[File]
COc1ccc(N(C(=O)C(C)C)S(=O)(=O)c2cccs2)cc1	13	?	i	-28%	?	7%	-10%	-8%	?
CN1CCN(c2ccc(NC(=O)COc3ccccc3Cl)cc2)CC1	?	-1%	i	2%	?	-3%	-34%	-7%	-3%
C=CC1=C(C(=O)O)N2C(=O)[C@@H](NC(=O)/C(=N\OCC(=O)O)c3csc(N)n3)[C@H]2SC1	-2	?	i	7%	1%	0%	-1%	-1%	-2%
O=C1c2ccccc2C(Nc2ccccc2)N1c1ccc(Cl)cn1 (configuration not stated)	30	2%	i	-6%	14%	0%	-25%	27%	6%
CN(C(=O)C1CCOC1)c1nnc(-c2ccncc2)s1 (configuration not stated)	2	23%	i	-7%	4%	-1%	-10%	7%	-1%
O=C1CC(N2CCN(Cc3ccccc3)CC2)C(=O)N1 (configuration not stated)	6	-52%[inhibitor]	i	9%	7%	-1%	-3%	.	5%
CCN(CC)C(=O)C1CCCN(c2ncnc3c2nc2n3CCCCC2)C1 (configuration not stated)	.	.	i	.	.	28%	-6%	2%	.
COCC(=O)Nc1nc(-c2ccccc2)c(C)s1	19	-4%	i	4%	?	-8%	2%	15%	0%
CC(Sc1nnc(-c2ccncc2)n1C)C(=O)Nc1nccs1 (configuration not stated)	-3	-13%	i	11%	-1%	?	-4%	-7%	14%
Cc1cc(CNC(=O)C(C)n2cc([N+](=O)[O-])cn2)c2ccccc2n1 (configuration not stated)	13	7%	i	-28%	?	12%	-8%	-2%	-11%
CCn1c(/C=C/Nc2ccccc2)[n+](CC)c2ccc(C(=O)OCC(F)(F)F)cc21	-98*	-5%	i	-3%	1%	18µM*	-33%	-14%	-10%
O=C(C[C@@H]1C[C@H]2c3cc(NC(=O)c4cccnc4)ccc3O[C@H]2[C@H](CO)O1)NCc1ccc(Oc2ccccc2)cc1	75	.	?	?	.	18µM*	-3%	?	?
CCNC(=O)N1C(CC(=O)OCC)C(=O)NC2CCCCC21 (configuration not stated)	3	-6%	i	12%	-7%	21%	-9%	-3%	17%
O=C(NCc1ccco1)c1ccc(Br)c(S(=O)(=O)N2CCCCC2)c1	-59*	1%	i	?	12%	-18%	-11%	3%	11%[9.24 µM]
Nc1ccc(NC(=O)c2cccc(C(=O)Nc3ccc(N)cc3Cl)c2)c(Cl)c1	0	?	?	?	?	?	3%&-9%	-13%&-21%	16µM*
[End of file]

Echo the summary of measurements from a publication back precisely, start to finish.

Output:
COc1ccc(N(C(=O)C(C)C)S(=O)(=O)c2cccs2)cc1	13	?	i	-28%	?	7%	-10%	-8%	?
CN1CCN(c2ccc(NC(=O)COc3ccccc3Cl)cc2)CC1	?	-1%	i	2%	?	-3%	-34%	-7%	-3%
C=CC1=C(C(=O)O)N2C(=O)[C@@H](NC(=O)/C(=N\OCC(=O)O)c3csc(N)n3)[C@H]2SC1	-2	?	i	7%	1%	0%	-1%	-1%	-2%
O=C1c2ccccc2C(Nc2ccccc2)N1c1ccc(Cl)cn1 (configuration not stated)	30	2%	i	-6%	14%	0%	-25%	27%	6%
CN(C(=O)C1CCOC1)c1nnc(-c2ccncc2)s1 (configuration not stated)	2	23%	i	-7%	4%	-1%	-10%	7%	-1%
O=C1CC(N2CCN(Cc3ccccc3)CC2)C(=O)N1 (configuration not stated)	6	-52%[inhibitor]	i	9%	7%	-1%	-3%	.	5%
CCN(CC)C(=O)C1CCCN(c2ncnc3c2nc2n3CCCCC2)C1 (configuration not stated)	.	.	i	.	.	28%	-6%	2%	.
COCC(=O)Nc1nc(-c2ccccc2)c(C)s1	19	-4%	i	4%	?	-8%	2%	15%	0%
CC(Sc1nnc(-c2ccncc2)n1C)C(=O)Nc1nccs1 (configuration not stated)	-3	-13%	i	11%	-1%	?	-4%	-7%	14%
Cc1cc(CNC(=O)C(C)n2cc([N+](=O)[O-])cn2)c2ccccc2n1 (configuration not stated)	13	7%	i	-28%	?	12%	-8%	-2%	-11%
CCn1c(/C=C/Nc2ccccc2)[n+](CC)c2ccc(C(=O)OCC(F)(F)F)cc21	-98*	-5%	i	-3%	1%	18µM*	-33%	-14%	-10%
O=C(C[C@@H]1C[C@H]2c3cc(NC(=O)c4cccnc4)ccc3O[C@H]2[C@H](CO)O1)NCc1ccc(Oc2ccccc2)cc1	75	.	?	?	.	18µM*	-3%	?	?
CCNC(=O)N1C(CC(=O)OCC)C(=O)NC2CCCCC21 (configuration not stated)	3	-6%	i	12%	-7%	21%	-9%	-3%	17%
O=C(NCc1ccco1)c1ccc(Br)c(S(=O)(=O)N2CCCCC2)c1	-59*	1%	i	?	12%	-18%	-11%	3%	11%[9.24 µM]
Nc1ccc(NC(=O)c2cccc(C(=O)Nc3ccc(N)cc3Cl)c2)c(Cl)c1	0	?	?	?	?	?	3%&-9%	-13%&-21%	16µM*